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March 19, 2016 - Comments Off on “Why is security for women a threat to many?”

“Why is security for women a threat to many?”

Long before activists and organizations could begin scrutinizing Punjab’s Women’s Protection Act, they found themselves instead having to fight for its very right to exist.

The law, which essentially helps protect women from abuse in domestic scenarios, has been collectively spoken against by almost all the religious parties that are part of our social fabric. Numbering at a staggering 35, the parties - the leadership for which is unsurprisingly and predominantly made up of men - have termed the legislation un-Islamic and said that it would result in the collapse of the family system in Pakistan.

Despite the fact that the law is only provincial in stature, it has resulted in a backlash that has extended itself to the entire country. At present, the chaos just may extend itself to the Khyber Pakhtunkhwa bill which is currently being worked on.

The religious groups, in a joint statement said that the law would make matters worse for women instead of helping them:

“This controversial law to protect women was put into operation to accomplish the West’s agenda to destroy the family system in Pakistan,” it read.

The main question that we must ask is how a law that is meant to help women remain safe from domestic, psychological and sexual violence will result in the collapse of the family system in the country. The opponents of the Act, which consist of not just the religious parties but also regular people, fail to mention how allowing a woman space for safety in her own home can lead to the destruction of her family.

Jamiat Ulema-e-Islami leader Maulana Fazlur Rehman himself has attacked the law and said that it would make men insecure and turn Pakistan into a western colony again. This begs the question: is a Pakistani man only as secure in his marriage, as his chappal on his wife’s face? Can he not build a relationship through love and respect? What many are effectively doing is opposing the rights that are being allotted to women to secure their own bodies against harm that comes from the people closest to them. By saying that the law will lead to the collapse of the family structure in Pakistan, what the religious right is really saying is that a family cannot exist unless a man has the right to abuse his wife in numerous ways.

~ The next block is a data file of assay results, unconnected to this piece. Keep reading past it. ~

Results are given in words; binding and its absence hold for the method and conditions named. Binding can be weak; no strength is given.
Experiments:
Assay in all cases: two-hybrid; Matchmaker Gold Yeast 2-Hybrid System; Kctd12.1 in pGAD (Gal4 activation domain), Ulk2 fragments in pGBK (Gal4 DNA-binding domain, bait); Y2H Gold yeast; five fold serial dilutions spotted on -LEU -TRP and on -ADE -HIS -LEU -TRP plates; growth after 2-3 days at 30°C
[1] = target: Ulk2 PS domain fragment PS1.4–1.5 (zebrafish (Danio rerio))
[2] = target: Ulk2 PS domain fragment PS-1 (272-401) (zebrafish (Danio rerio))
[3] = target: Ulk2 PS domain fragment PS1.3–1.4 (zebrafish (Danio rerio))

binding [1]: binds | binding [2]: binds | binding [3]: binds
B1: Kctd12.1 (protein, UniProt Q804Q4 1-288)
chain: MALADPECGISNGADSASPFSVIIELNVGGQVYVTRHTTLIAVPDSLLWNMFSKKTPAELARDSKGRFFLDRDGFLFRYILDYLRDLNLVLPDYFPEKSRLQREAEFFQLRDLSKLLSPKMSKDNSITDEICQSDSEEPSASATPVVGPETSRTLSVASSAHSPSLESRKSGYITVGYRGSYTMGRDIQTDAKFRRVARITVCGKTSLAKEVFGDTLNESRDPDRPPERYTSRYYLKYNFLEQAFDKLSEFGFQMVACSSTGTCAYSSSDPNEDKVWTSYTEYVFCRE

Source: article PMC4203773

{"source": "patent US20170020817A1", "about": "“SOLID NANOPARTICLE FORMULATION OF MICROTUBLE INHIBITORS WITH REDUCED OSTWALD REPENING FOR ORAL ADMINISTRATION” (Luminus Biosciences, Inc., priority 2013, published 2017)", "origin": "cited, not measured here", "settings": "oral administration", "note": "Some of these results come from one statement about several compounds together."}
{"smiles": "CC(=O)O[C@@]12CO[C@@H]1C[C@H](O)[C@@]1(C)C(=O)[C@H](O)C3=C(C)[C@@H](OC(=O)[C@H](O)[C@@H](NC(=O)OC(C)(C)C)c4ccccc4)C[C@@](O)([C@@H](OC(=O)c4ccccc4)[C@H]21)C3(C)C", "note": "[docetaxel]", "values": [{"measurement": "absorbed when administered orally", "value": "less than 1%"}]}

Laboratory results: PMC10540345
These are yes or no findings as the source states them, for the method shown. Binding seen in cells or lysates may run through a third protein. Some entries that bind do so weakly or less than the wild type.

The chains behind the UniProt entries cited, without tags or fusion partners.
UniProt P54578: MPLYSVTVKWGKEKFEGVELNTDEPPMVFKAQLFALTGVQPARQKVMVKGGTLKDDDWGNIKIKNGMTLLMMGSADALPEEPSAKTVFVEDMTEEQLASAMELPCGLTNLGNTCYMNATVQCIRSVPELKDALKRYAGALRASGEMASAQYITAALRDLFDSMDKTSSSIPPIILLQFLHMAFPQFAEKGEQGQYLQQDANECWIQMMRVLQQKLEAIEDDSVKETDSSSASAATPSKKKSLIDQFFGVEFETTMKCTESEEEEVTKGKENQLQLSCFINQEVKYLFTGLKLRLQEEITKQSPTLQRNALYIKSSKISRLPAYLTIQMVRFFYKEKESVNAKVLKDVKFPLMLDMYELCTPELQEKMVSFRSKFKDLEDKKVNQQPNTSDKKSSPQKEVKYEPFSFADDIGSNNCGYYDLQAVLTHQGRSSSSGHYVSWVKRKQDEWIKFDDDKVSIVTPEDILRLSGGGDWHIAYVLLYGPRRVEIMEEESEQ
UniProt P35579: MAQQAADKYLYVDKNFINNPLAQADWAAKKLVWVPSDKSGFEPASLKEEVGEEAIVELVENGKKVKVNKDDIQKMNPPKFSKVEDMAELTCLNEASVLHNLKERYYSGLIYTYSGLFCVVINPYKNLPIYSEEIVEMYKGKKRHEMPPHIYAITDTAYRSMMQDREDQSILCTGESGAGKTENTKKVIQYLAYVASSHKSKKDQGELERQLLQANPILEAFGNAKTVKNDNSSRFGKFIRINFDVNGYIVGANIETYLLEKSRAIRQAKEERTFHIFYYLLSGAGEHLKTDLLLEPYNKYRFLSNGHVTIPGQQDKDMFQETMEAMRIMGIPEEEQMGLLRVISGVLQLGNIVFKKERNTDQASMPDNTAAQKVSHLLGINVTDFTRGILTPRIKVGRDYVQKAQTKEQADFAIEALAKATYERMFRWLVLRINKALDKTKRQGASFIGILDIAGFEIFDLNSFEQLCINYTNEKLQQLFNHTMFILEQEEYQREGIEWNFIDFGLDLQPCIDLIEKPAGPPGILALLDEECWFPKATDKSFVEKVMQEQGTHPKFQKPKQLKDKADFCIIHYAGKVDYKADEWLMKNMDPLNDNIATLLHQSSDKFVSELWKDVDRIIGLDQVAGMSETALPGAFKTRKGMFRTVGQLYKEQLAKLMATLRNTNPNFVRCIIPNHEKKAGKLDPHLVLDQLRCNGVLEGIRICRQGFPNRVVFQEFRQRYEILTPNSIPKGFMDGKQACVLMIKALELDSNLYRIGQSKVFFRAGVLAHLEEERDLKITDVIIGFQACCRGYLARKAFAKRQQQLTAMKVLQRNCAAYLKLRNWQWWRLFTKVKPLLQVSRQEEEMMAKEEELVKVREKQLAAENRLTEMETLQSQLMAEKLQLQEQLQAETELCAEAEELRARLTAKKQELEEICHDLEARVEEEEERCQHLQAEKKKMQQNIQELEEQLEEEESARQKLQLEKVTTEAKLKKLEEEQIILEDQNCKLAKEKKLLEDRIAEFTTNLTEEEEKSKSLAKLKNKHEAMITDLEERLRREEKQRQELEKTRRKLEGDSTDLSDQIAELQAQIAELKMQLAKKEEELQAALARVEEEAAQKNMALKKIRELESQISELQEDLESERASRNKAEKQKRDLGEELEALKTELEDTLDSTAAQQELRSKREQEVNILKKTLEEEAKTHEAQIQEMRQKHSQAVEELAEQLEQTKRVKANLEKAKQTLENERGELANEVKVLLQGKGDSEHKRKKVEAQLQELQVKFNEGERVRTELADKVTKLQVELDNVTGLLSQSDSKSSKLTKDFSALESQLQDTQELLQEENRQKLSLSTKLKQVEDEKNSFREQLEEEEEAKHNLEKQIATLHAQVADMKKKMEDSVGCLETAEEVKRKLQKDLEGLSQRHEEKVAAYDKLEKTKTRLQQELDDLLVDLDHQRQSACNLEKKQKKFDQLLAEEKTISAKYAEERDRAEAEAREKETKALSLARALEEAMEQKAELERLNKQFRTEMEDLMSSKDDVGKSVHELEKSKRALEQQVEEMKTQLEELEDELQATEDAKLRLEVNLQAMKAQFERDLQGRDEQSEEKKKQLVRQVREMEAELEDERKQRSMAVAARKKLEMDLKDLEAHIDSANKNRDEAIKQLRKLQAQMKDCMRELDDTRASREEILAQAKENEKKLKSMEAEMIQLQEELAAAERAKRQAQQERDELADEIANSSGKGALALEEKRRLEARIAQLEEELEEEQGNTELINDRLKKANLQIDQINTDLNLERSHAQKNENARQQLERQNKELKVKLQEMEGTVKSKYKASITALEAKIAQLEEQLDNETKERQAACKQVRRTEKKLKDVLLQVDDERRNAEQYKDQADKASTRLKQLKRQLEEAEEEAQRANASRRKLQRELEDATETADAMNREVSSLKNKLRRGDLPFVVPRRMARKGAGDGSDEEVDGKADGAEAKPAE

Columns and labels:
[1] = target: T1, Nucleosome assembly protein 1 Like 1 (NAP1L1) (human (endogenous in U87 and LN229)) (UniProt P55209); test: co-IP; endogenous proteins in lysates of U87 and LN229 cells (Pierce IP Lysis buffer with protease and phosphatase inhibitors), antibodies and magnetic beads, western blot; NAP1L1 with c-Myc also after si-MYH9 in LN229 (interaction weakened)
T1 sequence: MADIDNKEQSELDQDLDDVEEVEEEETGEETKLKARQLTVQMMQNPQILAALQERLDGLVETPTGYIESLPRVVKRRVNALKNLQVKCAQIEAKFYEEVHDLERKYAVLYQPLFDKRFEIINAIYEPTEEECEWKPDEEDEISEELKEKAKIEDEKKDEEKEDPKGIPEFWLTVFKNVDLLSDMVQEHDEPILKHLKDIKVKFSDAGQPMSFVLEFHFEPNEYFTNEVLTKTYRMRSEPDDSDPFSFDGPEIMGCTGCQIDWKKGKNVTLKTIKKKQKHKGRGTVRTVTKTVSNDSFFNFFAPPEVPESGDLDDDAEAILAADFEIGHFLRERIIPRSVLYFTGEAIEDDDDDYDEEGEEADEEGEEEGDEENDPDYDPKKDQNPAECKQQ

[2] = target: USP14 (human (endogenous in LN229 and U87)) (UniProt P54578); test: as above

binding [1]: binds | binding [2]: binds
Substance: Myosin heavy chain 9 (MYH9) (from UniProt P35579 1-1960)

And what the religious right is at present engaging in nothing short of extortion. The “give us what we want or we revolt” tactic is akin to blackmail. The reason for this is simple: the law was not imposed on the people of Punjab, it was passed through due democratic process. It cannot and should not be undone over the whims of a few. With this we also need to revisit our own mentality as a nation. Why is it that anytime violence is committed against women there is deafening silence, but when efforts are made for the betterment of women there is great outcry. The assertion that all pro-women efforts are western agendas is the very reason that Pakistan is seen as a backward country. The very religion that is being used to call the Violence Against Women Act un-Islamic has several provisions that require the protection and care of women - do we now see those too as western?

We must return the right of safety and security to women. They deserve to have control over their lives and exist without fear. They too deserve to feel free and avoid both physical and mental abuse.

What threatens the Pakistani family structure is not a tool for protection but the very mindset that is opposing it. Instead of encouraging the Act and investing efforts into stronger marriages that are based on love and respect, the religious right is saying that tactics of fear and intimidation are wonderful substitutes.

And that is not something any of us should stand for.
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Published by: Digital Rights Foundation in Blog

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